Algorithm For Producing Sinusoidal Output Voltages Using SV-PWM
Algorithm for Producing Sinusoidal Output Voltages Using SV-PWM:
The SV-PWM is concerned with the control of inverter output voltages in a unified manner. It does not control the individual phase voltages separately. The instantaneous magnitude and direction of the desired resultant voltage vector is decided as per the frequency and magnitude of inverter’s fundamental output voltage. The SV-PWM is best realized with the help of a digital computing device, like microprocessor or Digital Signal Processor. The algorithm to be executed is outlined below:
- Get the input data like; input dc link voltage (Edc), desired output frequency ‘fOP’ (this will determine the speed of the resultant voltage vector), desired phase sequence of output voltage (will determine which way, clockwise or anticlockwise, the resultant voltage vector is moving), desired magnitude of output voltage and the desired switching frequency. It will be shown later that the switching frequency (fSW) and sampling time period (TS) are related. During each sampling time period three switching take place, where one turn-on and one turn-off is taken as one switching.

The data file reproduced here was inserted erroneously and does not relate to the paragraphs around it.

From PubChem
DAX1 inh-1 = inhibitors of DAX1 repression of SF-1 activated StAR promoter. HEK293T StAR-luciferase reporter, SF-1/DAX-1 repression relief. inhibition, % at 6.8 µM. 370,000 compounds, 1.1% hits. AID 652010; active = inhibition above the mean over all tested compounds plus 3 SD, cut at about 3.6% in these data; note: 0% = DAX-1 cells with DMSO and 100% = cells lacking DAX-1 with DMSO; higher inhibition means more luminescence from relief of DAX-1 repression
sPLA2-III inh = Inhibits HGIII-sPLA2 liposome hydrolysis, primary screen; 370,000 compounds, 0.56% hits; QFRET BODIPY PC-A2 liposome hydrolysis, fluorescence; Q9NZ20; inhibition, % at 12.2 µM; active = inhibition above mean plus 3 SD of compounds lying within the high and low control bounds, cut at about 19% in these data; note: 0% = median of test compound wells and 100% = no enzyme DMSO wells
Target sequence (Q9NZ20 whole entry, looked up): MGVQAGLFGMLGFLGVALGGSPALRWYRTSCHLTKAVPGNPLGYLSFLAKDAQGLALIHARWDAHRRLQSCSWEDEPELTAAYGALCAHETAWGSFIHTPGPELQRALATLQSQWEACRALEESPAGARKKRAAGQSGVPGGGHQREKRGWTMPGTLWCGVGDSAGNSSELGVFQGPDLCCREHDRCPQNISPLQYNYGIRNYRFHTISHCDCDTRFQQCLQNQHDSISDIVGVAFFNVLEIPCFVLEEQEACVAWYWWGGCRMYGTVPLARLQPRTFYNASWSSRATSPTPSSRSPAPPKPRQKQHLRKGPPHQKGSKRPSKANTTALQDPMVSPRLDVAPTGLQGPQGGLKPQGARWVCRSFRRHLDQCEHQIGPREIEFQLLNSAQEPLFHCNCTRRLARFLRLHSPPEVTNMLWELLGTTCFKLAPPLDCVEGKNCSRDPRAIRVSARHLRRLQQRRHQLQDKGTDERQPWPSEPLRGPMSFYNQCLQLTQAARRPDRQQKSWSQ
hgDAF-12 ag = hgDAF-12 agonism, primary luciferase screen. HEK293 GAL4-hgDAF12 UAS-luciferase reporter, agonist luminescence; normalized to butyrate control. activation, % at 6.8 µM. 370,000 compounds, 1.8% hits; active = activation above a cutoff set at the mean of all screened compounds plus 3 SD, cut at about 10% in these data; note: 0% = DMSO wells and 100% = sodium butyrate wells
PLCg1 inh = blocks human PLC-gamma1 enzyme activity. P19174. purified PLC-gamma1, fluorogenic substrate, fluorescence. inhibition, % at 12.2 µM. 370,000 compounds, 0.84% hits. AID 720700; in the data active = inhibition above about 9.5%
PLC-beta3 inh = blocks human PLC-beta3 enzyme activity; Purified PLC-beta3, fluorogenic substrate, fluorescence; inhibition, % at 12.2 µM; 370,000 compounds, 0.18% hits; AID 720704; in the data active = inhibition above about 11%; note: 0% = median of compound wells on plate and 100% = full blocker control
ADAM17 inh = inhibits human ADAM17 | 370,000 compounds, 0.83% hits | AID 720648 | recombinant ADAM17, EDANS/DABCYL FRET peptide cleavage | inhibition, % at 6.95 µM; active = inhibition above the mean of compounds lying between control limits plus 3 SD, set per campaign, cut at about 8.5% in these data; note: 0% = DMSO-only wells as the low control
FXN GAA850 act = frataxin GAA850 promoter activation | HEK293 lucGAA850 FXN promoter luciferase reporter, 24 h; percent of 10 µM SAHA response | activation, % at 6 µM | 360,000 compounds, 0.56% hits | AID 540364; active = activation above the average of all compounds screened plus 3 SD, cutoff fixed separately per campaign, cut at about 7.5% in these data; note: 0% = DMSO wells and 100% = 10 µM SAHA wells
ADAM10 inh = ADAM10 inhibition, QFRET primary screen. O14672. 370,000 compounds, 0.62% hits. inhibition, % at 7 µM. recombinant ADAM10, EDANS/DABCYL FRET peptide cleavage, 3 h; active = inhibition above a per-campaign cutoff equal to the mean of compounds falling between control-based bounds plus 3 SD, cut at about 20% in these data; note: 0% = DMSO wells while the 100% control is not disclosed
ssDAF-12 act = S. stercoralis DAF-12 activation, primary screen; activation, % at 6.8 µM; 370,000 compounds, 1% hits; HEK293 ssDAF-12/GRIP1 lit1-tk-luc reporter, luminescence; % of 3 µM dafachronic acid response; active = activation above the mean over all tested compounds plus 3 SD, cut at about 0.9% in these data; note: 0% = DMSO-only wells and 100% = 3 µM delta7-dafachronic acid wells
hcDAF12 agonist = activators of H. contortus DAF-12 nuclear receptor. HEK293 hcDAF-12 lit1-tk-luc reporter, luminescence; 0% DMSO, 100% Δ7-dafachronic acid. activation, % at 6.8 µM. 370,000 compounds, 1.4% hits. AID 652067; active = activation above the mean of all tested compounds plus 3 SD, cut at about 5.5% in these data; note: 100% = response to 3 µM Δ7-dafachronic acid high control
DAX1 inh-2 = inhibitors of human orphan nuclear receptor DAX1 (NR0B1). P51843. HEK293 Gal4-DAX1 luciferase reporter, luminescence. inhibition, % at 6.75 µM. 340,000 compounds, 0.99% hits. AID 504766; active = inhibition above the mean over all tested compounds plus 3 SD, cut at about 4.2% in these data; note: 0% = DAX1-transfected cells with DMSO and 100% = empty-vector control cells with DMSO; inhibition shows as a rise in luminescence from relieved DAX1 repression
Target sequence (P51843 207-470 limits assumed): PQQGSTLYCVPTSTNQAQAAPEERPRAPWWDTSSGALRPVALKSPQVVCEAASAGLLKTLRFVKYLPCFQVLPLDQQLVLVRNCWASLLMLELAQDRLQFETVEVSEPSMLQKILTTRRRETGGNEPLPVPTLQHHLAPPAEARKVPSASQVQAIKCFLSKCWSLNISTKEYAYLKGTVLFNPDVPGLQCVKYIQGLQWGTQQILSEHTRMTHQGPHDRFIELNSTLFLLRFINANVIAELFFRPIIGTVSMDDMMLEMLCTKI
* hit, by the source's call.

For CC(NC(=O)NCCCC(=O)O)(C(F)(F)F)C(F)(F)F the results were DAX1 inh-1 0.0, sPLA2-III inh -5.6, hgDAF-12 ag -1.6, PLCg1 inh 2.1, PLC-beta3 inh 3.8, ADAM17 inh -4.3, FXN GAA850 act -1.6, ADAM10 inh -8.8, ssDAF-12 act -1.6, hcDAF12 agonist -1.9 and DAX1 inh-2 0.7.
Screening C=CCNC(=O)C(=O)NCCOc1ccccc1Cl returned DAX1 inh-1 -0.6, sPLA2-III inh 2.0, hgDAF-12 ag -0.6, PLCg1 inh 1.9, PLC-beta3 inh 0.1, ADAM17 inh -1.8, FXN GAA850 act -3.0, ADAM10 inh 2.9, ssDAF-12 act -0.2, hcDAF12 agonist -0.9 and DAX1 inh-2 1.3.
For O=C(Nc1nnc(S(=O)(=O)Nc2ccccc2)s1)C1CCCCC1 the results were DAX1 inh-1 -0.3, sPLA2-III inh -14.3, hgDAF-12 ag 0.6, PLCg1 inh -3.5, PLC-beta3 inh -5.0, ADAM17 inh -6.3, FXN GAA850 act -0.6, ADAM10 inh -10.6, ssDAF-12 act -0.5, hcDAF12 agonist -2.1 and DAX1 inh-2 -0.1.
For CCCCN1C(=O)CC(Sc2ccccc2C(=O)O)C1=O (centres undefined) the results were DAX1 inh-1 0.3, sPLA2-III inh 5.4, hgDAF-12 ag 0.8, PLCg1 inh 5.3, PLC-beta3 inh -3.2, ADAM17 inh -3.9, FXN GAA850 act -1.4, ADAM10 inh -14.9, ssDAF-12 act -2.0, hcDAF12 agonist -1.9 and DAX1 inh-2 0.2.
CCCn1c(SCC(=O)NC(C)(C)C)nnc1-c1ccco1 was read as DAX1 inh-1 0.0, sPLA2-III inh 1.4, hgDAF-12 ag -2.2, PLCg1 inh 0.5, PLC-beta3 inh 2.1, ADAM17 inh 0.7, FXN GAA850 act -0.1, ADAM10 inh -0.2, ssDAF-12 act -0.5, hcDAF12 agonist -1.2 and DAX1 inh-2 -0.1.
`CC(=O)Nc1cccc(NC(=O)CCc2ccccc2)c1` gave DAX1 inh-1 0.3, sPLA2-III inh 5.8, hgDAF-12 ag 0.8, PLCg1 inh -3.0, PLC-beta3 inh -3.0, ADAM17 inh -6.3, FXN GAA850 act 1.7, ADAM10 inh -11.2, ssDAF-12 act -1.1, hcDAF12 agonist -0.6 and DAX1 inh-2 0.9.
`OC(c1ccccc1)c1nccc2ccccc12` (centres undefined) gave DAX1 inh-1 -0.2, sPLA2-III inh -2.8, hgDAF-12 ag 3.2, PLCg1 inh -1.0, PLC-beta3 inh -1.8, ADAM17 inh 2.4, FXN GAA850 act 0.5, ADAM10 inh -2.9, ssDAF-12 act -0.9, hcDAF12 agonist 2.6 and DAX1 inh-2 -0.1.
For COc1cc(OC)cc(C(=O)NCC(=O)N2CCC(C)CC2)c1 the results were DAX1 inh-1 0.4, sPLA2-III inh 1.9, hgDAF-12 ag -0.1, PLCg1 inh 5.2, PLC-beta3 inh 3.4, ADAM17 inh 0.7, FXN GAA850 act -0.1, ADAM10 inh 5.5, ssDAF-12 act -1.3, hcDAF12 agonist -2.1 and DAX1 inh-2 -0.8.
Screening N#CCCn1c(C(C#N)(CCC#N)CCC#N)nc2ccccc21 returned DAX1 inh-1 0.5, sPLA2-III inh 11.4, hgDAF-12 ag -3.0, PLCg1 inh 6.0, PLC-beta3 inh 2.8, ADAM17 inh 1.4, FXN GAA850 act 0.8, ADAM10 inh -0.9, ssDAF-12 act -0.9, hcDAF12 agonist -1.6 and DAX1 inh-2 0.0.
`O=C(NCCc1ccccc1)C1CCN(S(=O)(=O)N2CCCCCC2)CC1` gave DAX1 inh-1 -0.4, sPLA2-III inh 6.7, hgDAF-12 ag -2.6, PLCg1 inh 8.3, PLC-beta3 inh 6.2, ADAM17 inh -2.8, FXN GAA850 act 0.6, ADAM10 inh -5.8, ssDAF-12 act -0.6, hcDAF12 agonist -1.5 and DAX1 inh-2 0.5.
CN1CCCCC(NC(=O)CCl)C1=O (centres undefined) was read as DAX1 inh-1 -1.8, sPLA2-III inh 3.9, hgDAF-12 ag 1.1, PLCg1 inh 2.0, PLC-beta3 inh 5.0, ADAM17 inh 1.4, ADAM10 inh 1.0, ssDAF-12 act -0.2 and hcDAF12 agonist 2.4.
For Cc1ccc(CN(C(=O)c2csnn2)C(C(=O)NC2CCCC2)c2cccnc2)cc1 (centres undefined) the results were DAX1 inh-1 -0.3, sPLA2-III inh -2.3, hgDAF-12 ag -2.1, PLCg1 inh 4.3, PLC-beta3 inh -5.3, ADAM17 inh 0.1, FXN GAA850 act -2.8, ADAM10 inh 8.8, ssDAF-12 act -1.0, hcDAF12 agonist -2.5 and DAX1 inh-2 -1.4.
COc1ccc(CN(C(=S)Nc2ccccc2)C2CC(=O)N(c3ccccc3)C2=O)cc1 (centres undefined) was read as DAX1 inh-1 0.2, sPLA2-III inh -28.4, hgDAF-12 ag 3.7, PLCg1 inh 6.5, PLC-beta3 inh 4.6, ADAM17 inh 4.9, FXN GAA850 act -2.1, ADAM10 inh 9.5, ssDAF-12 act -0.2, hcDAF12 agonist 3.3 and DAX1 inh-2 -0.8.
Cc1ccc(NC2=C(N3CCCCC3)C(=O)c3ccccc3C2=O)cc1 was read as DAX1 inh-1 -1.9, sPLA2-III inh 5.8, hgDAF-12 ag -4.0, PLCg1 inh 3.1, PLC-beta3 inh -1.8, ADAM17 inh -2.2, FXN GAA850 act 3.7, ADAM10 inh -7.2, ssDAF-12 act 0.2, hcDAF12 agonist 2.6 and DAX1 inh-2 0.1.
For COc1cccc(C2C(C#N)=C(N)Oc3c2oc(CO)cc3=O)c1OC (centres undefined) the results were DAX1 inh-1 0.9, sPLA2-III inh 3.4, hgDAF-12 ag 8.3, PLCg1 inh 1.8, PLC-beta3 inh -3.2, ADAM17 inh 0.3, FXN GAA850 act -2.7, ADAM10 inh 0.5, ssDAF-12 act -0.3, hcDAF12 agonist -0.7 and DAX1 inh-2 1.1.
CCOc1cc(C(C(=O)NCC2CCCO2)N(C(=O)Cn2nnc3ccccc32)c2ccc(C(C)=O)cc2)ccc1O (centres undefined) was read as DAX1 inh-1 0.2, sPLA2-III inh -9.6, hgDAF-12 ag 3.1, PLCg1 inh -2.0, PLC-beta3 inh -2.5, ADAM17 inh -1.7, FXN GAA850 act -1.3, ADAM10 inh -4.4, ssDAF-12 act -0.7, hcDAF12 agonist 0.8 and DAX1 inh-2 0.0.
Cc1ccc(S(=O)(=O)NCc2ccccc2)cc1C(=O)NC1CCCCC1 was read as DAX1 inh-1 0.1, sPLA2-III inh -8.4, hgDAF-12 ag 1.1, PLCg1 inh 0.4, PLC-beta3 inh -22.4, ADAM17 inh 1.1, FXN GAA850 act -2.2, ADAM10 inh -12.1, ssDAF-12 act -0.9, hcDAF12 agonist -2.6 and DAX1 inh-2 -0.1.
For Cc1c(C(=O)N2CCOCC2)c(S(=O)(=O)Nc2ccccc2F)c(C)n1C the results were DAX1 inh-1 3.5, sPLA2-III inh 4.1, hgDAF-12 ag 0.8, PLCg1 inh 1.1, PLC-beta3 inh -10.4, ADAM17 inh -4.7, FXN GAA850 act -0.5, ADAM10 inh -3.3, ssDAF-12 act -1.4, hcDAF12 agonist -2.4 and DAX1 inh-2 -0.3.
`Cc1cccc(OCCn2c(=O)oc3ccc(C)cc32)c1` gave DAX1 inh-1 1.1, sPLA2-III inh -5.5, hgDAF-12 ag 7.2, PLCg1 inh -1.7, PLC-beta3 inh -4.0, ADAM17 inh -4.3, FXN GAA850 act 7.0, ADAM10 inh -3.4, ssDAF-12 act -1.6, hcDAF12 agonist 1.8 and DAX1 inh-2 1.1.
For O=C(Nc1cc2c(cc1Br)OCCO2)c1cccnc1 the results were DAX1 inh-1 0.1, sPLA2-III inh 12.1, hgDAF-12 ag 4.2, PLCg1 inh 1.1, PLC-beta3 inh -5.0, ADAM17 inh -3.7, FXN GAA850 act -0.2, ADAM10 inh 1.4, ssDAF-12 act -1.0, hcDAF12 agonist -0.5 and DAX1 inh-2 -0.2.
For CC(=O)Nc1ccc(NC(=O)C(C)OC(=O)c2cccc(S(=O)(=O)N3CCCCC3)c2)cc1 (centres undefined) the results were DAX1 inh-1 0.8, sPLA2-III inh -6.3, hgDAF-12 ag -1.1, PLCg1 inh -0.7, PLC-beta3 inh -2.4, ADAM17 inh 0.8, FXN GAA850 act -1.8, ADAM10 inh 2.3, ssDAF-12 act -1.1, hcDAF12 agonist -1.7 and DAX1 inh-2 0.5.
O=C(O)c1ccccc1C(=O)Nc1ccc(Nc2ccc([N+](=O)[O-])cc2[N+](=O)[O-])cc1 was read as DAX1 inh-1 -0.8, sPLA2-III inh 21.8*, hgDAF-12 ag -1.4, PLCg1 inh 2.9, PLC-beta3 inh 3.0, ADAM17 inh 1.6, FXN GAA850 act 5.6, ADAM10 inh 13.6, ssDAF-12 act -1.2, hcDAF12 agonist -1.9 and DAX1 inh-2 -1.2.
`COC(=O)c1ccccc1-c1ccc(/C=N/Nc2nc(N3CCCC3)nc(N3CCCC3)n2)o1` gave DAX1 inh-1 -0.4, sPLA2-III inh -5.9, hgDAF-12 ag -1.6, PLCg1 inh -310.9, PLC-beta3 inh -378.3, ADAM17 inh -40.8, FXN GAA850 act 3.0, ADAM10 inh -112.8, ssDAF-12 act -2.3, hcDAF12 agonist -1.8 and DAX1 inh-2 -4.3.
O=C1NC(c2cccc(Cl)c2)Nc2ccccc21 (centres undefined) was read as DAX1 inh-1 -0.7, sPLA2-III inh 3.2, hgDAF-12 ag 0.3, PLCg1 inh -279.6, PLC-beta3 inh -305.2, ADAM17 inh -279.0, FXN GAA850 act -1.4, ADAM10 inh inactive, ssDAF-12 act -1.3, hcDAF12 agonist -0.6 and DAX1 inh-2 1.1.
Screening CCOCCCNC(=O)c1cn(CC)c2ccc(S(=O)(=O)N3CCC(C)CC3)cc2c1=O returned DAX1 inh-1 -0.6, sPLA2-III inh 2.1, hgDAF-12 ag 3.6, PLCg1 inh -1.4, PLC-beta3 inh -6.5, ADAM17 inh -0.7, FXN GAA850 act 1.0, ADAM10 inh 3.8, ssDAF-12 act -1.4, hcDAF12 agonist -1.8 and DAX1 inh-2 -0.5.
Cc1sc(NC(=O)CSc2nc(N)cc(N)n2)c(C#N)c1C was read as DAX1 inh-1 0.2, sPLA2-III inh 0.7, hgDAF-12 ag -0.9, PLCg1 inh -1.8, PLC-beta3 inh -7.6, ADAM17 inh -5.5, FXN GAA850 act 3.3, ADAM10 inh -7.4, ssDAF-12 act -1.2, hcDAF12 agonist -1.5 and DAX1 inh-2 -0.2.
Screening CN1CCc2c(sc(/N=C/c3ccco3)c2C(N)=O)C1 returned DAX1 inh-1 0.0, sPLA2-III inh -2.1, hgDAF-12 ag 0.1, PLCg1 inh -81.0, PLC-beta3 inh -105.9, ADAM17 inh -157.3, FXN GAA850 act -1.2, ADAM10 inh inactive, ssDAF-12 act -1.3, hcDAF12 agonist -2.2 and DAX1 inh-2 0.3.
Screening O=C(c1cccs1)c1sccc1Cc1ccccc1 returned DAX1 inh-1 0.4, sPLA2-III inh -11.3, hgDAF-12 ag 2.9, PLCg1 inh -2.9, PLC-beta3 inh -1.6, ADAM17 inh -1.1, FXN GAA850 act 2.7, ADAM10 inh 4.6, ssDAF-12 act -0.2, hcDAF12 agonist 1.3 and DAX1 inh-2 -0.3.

- Calculate magnitude factor ‘α’ from the knowledge of input dc link voltage and the desired output voltage (α Edc = 3/2 times peak of phase voltage). Also, calculate the sampling time period TS = 1/(3 fSW).
- Initialize sector position = I, and angle ‘θ’ = 0. Assume the rotating space voltage vector to remain stalled at this position for the sampling time period ‘TS’. Calculate the time duration for active and null state. Output the inverter switching pulses as per the calculated time durations so as to realize the space vectors in the following sequence: V8(111), V1 (101), V2 (100), V7 (000).
- Calculate the next position angle
for clockwise rotation in the vector space-plane. The reader should be able to work out the changes when the rotation is anti-clock wise. Recalculate the time durations as in step (3) above but this time the switching sequence will be V7(000), V2 (100), V1 (101), V8 (111).
- Step (4) is to be repeated but every time the switching sequence alternates between the sequences given in steps 4 and 5. This helps in reducing the switching losses. The reader may note that this way there are only 3 switching per sampling period. The switching to next space vector involves change of only one bit of the switching word (i.e., only one turn-on and one turn-off). When the space vector enters sector-II (for θ ≥ π/3 ), the vector V 1 is replace by V2 and V2 is replaced by V3. At the same time, angular position is reset to a value within π/3 ≥ θ ≥ 0 by subtracting 60 degrees from the old value. Every time the voltage vector enters a new sector the angle θ is readjusted so that it varies between 0 and 60 degrees. The active state vectors are also reassigned as described above. The process continues to produce a continuously rotating voltage space vector of fixed magnitude and fixed speed.